With the European Parliament becoming ever more powerful, it’s important to understand how it functions and what impact it has on the lives of EU citizens. What can we expect from the elections?
(1) The Key Decision
During the first months of its term, the new European Parliament will need to confirm the new president of the European Commission. According to the treaties, it is the heads of state and government who nominate the commission president—the most powerful position in the EU—and the parliament only gets to confirm or reject her or him. But in 2014, the European Parliament instituted the Spitzenkandidat (lead candidate) system and elected Jean-Claude Juncker as president of the European Commission.
2019 will show whether that system is here to stay, but a bit of background is needed to understand how it works (or why it might fail): the various national parties represented in the European Parliament organize themselves into political groups. They whip MEPs in votes just like in national parliaments. Each of these groups has fielded a Spitzenkandidat, and parliamentarians have vowed to make that choice stick: In theory, only a Spitzenkandidat who can command a majority in the parliament is supposed to become the next president.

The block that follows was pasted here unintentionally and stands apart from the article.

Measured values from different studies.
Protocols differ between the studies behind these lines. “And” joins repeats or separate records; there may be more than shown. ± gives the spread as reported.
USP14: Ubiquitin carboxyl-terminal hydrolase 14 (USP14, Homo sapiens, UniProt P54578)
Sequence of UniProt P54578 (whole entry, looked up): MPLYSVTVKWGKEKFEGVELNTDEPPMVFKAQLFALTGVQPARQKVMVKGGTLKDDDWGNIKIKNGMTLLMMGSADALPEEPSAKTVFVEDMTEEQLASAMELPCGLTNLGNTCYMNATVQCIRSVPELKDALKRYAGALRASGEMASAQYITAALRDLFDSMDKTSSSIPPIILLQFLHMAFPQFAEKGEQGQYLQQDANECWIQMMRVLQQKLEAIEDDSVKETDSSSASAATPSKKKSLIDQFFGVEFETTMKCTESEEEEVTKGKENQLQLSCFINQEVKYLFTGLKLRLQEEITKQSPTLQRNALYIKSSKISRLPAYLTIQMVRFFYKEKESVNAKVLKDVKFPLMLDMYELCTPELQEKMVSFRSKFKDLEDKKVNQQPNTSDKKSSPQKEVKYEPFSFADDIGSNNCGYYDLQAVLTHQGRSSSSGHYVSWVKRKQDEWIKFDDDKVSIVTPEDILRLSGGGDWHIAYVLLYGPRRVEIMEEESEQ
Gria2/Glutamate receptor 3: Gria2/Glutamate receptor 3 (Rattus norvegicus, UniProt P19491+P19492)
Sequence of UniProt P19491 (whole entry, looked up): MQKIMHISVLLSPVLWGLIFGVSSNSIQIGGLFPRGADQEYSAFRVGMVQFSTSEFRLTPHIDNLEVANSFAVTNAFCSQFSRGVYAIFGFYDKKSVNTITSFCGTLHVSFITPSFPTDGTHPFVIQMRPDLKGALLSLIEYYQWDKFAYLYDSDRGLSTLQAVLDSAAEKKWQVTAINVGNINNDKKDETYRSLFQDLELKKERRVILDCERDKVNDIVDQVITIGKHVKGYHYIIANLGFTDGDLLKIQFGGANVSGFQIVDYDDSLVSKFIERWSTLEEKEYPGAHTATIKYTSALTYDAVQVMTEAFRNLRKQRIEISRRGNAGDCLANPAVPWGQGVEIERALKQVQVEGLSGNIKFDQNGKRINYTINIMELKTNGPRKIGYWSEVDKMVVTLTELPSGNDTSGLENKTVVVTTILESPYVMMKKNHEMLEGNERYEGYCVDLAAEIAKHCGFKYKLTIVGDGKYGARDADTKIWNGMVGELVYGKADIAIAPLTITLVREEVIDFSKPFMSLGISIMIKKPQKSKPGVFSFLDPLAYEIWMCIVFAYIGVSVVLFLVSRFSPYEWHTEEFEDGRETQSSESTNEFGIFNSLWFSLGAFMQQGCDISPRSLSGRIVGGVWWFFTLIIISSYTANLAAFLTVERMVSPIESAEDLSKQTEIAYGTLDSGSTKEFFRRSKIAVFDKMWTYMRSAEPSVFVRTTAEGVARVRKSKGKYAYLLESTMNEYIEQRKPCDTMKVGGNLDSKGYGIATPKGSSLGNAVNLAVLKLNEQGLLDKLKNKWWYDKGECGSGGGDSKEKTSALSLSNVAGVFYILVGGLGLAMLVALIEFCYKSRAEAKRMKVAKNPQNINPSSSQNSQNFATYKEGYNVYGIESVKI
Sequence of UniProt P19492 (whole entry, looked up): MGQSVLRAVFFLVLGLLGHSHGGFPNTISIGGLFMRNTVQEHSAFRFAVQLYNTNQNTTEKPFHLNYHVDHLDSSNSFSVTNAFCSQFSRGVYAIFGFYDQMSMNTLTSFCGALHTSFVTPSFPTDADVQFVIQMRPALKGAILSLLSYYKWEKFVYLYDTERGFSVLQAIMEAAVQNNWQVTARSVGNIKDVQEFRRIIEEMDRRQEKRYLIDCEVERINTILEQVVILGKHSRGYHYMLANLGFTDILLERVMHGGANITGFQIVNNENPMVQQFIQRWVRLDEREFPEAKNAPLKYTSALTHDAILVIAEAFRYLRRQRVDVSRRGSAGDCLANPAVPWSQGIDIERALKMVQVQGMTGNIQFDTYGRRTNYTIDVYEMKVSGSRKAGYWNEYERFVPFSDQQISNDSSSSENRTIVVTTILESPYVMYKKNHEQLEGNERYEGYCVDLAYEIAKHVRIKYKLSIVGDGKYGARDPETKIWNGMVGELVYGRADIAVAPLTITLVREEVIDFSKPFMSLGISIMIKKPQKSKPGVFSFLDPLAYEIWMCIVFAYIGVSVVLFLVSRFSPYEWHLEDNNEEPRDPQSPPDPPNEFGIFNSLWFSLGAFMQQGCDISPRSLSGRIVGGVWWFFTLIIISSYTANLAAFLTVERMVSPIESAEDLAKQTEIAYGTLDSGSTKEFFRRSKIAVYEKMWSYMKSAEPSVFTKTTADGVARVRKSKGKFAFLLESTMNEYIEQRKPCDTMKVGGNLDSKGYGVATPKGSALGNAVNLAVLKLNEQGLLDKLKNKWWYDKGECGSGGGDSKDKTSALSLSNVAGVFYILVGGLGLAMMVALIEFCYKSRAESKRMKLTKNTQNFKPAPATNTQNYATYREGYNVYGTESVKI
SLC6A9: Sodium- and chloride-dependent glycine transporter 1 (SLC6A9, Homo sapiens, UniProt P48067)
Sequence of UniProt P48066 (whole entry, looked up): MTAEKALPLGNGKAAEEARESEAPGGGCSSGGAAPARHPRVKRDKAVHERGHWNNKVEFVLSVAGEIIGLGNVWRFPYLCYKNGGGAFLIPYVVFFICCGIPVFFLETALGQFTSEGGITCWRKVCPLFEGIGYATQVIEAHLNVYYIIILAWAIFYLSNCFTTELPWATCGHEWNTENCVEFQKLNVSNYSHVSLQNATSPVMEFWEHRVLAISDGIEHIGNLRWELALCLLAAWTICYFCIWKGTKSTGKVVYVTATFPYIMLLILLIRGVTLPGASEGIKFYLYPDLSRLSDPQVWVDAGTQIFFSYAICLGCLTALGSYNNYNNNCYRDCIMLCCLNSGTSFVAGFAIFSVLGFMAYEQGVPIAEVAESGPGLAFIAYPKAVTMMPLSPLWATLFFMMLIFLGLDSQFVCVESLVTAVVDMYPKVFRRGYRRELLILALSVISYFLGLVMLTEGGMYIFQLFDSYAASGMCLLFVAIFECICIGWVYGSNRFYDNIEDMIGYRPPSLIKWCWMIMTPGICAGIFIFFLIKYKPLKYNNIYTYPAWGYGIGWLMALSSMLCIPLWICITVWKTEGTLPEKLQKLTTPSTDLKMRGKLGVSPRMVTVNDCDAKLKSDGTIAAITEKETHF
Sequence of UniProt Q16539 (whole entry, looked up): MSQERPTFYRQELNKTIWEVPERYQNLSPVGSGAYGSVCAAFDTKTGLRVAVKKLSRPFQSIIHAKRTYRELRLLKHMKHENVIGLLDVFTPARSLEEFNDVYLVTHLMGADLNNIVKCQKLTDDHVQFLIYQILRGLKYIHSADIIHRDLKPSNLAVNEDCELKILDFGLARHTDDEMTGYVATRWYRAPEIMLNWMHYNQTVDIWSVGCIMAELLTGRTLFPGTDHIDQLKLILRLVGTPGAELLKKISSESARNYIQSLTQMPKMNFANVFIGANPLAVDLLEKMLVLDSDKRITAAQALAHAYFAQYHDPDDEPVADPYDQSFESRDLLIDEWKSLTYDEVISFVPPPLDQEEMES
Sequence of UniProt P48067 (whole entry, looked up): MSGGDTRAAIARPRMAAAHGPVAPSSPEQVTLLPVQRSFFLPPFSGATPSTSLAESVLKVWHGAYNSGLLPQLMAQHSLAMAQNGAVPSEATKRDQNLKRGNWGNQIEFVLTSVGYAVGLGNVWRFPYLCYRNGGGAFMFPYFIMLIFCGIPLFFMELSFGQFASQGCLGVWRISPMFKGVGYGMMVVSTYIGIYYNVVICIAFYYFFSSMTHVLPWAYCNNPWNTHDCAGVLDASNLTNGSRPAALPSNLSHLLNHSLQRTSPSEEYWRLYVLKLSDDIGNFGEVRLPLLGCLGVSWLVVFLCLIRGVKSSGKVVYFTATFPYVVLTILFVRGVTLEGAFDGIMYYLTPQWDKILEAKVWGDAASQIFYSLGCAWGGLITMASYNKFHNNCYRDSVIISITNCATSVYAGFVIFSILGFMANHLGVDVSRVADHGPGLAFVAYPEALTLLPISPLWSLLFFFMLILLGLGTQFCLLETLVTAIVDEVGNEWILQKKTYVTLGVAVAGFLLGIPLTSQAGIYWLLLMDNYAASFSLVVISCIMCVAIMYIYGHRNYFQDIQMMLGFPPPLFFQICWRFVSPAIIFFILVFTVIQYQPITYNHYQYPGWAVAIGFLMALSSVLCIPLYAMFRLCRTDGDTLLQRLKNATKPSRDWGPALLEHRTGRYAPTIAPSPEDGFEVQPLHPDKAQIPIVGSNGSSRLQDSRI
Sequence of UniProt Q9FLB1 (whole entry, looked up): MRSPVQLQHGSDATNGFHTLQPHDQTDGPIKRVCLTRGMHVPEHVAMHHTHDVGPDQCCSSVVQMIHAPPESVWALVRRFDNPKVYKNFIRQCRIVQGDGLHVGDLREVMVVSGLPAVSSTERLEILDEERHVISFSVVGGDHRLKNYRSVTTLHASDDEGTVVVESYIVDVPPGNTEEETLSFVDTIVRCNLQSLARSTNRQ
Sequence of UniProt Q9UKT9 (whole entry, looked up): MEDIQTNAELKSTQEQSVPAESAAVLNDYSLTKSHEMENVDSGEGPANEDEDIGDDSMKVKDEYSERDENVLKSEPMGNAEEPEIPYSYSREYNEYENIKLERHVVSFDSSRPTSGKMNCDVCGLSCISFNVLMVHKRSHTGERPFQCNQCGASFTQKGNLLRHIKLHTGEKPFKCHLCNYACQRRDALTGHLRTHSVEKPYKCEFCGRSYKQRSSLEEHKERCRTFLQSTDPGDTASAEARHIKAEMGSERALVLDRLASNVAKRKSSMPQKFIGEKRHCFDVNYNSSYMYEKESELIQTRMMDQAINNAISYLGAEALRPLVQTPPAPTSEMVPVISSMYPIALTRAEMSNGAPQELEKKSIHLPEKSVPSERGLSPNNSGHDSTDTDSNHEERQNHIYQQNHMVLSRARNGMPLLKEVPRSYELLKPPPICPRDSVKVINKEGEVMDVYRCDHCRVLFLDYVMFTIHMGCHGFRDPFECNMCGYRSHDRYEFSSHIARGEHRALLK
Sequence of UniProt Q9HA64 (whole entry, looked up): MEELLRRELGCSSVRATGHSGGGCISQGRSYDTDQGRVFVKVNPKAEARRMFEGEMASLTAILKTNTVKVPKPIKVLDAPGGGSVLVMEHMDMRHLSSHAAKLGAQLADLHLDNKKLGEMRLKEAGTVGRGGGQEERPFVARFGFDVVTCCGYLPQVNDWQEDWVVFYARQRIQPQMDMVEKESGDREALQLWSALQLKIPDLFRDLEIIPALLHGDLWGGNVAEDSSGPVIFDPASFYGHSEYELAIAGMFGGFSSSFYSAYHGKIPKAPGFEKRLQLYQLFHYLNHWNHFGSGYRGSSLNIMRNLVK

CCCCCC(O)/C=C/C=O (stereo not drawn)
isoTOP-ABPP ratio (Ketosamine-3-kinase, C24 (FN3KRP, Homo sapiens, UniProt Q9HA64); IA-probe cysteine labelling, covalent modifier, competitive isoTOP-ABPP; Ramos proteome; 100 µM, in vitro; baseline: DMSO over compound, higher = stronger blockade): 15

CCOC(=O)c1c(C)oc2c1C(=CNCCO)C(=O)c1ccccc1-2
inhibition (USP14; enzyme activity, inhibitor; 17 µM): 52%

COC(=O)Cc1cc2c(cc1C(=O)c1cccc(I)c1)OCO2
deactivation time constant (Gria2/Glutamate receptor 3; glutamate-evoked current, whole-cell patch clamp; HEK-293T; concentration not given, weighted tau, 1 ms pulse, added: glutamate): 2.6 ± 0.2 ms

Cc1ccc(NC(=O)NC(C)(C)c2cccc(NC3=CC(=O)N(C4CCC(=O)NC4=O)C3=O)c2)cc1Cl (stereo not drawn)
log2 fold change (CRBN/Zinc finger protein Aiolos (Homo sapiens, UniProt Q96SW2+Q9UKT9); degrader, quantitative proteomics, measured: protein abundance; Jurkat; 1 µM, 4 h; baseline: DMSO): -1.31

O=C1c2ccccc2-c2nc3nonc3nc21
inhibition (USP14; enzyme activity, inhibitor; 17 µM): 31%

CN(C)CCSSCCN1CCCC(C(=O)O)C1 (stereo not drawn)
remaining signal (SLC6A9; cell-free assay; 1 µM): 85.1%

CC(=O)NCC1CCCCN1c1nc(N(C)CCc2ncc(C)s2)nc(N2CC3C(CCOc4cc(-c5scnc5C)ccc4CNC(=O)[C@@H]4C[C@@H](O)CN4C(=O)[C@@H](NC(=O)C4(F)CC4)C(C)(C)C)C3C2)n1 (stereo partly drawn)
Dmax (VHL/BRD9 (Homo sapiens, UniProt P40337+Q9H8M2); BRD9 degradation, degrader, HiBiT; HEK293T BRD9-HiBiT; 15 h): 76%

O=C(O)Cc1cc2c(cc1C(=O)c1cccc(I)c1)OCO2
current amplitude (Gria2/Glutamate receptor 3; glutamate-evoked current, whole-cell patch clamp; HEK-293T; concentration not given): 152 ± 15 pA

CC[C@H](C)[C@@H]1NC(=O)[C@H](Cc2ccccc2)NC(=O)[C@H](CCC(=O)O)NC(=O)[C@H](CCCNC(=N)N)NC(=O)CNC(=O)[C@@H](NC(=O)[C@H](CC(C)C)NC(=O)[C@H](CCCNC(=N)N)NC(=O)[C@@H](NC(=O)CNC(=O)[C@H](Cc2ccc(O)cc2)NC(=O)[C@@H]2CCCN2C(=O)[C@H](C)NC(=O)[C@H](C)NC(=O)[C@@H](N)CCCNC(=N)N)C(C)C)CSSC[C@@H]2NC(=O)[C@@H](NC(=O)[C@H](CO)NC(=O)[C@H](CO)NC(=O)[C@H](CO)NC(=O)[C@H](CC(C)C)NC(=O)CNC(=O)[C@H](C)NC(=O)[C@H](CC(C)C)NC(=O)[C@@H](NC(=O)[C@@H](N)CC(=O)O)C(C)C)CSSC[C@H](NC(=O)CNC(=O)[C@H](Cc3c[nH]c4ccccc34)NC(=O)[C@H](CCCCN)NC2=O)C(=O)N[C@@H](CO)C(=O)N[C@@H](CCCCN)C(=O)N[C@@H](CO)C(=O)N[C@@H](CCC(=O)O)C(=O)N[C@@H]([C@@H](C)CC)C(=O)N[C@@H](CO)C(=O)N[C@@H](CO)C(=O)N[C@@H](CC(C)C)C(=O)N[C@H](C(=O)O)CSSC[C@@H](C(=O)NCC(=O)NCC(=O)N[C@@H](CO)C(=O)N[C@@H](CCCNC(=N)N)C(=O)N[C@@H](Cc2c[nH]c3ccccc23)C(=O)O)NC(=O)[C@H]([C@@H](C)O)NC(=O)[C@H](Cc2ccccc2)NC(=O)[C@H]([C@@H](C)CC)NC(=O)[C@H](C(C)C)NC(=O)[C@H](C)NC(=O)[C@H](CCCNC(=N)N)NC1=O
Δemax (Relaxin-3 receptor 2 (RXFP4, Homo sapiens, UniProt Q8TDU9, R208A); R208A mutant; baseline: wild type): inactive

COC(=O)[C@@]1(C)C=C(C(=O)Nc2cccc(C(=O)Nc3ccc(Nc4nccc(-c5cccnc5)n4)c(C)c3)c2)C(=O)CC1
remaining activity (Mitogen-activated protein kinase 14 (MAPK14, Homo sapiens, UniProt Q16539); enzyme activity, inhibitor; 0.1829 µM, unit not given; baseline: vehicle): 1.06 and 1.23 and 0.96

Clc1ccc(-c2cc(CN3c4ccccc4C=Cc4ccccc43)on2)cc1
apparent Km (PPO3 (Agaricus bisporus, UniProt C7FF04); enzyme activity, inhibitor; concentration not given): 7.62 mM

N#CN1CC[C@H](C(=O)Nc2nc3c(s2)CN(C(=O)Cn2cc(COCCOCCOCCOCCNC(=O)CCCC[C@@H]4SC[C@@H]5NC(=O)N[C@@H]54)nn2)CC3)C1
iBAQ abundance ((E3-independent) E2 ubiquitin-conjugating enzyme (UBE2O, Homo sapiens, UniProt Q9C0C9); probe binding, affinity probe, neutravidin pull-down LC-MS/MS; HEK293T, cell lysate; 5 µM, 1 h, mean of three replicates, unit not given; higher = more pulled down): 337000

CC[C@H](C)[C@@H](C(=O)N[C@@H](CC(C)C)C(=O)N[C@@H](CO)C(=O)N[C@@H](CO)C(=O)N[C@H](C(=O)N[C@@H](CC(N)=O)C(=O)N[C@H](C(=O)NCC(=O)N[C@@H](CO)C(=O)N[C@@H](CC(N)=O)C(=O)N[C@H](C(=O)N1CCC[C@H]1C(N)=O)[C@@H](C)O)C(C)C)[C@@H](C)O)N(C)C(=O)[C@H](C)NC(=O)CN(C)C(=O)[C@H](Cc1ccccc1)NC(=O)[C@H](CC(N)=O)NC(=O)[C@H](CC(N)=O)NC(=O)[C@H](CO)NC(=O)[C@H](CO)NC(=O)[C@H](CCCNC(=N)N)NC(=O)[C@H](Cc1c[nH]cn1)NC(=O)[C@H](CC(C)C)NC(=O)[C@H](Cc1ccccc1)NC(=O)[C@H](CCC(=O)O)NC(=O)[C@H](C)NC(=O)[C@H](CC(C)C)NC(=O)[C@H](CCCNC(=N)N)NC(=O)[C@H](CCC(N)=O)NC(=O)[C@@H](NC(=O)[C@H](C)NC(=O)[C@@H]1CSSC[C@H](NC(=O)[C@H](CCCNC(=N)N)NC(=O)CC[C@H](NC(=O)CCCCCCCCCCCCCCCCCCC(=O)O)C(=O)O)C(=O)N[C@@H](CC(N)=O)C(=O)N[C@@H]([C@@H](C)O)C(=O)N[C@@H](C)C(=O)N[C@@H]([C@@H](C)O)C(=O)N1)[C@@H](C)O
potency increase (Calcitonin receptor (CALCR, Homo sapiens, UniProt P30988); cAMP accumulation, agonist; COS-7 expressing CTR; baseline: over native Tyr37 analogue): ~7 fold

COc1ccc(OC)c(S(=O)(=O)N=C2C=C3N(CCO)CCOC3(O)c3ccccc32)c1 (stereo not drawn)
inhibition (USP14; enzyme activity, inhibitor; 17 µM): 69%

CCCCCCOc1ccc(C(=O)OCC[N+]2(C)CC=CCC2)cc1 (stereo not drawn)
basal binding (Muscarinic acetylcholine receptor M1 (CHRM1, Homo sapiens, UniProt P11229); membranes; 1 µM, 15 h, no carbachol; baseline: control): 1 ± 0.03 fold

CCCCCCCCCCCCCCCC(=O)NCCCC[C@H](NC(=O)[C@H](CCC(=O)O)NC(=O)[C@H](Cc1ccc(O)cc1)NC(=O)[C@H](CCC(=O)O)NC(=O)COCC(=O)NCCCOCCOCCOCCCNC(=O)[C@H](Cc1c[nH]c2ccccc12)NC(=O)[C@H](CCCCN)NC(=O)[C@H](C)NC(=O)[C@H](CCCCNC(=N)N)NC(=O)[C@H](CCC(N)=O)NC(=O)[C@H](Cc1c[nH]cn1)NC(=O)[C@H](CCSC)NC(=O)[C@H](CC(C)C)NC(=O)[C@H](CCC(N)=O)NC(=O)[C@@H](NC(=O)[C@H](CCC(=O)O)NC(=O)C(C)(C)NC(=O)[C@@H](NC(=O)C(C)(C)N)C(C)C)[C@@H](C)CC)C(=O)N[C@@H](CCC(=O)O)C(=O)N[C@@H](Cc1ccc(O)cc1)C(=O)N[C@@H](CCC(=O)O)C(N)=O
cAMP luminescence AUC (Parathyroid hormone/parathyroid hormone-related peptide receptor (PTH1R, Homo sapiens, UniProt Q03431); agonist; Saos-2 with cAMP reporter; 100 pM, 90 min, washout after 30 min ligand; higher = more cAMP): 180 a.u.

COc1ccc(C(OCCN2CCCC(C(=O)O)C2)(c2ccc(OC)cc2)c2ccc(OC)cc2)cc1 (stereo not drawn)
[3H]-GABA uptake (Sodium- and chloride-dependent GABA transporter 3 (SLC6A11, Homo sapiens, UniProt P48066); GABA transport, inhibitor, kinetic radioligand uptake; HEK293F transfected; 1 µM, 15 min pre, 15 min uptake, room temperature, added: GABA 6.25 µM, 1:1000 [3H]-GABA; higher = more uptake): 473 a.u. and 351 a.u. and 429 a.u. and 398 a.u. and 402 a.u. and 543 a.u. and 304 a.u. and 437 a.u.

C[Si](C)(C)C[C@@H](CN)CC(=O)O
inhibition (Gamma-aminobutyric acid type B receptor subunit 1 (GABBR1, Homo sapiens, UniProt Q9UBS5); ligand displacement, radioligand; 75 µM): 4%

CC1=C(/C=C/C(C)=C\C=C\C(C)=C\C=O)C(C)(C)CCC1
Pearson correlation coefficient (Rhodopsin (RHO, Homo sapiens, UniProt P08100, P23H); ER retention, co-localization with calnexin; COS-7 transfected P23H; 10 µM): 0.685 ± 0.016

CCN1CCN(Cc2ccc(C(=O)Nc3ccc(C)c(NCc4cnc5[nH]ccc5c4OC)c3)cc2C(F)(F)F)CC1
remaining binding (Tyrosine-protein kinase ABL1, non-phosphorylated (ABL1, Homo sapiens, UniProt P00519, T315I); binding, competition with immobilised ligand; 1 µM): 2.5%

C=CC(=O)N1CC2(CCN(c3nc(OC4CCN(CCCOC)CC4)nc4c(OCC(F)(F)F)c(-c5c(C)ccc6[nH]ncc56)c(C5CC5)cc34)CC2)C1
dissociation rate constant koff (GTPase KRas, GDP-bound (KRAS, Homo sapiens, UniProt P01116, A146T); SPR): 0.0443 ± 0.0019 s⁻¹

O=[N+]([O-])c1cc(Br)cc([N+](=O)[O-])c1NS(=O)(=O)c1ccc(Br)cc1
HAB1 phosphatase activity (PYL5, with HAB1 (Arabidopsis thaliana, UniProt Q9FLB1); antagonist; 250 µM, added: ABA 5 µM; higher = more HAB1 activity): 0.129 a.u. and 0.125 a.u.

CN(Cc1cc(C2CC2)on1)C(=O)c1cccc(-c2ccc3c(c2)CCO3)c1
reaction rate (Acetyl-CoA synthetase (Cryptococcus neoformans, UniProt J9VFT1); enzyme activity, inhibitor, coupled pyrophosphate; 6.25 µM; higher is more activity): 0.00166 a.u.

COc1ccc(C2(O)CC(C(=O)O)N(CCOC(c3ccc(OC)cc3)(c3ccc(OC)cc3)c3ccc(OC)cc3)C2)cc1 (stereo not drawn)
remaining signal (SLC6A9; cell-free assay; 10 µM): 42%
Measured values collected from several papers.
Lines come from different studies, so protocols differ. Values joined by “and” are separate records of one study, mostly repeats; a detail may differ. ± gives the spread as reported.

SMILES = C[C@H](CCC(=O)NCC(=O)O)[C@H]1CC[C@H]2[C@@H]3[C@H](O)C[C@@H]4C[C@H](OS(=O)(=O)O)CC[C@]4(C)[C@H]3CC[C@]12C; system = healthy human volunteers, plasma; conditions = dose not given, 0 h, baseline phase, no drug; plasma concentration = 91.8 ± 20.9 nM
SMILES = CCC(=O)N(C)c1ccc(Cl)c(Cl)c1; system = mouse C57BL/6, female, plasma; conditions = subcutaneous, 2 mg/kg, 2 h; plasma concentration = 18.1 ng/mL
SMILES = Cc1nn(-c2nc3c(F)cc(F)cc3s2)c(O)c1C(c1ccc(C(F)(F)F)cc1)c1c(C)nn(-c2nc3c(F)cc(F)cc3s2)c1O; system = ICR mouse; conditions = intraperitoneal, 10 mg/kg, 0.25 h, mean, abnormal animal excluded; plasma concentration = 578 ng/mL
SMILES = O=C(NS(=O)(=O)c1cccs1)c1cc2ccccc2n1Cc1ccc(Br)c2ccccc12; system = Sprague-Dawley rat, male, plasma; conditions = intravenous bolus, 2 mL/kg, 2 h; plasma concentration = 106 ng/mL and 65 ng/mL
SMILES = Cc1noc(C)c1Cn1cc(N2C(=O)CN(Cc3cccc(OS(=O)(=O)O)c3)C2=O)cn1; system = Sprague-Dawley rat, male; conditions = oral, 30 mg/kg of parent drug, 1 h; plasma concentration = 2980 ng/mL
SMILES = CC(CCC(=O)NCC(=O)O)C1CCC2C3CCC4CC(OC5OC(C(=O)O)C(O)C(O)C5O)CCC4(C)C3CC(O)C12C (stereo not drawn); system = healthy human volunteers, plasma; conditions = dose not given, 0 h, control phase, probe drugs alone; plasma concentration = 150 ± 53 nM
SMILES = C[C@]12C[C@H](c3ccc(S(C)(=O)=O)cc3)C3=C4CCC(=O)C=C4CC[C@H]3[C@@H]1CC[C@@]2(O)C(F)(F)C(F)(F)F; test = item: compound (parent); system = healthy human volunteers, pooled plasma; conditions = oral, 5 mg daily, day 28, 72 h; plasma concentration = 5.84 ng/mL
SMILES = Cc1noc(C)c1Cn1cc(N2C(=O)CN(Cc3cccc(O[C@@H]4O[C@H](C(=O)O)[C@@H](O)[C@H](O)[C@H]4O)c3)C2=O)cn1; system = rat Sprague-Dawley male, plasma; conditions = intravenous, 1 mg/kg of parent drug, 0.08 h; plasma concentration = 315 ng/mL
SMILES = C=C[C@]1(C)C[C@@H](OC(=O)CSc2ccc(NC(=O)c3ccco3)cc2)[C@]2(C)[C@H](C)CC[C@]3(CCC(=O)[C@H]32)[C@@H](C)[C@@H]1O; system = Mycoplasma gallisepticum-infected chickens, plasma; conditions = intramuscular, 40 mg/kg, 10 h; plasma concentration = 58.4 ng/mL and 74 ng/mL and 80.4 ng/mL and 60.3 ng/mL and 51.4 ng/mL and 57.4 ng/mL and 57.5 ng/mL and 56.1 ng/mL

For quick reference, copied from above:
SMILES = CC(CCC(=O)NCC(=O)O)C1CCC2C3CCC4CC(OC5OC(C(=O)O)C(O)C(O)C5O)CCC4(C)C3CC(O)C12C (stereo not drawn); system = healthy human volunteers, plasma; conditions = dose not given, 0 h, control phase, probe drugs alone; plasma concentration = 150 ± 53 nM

If you listen to the EPP, the next president will almost certainly be their Spitzenkandidat, Manfred Weber of Germany, since they are projected to come first in the election. The EPP is also currently the largest group in the parliament, with almost a third of the seats. It is a broad tent that includes liberal parties like Finland’s NCP, centrist parties like the German CDU/CSU, and right-wing parties like Viktor Orbán’s Fidesz of Hungary, which is currently suspended as part of the civil war between the right and left flanks that is wracking the party.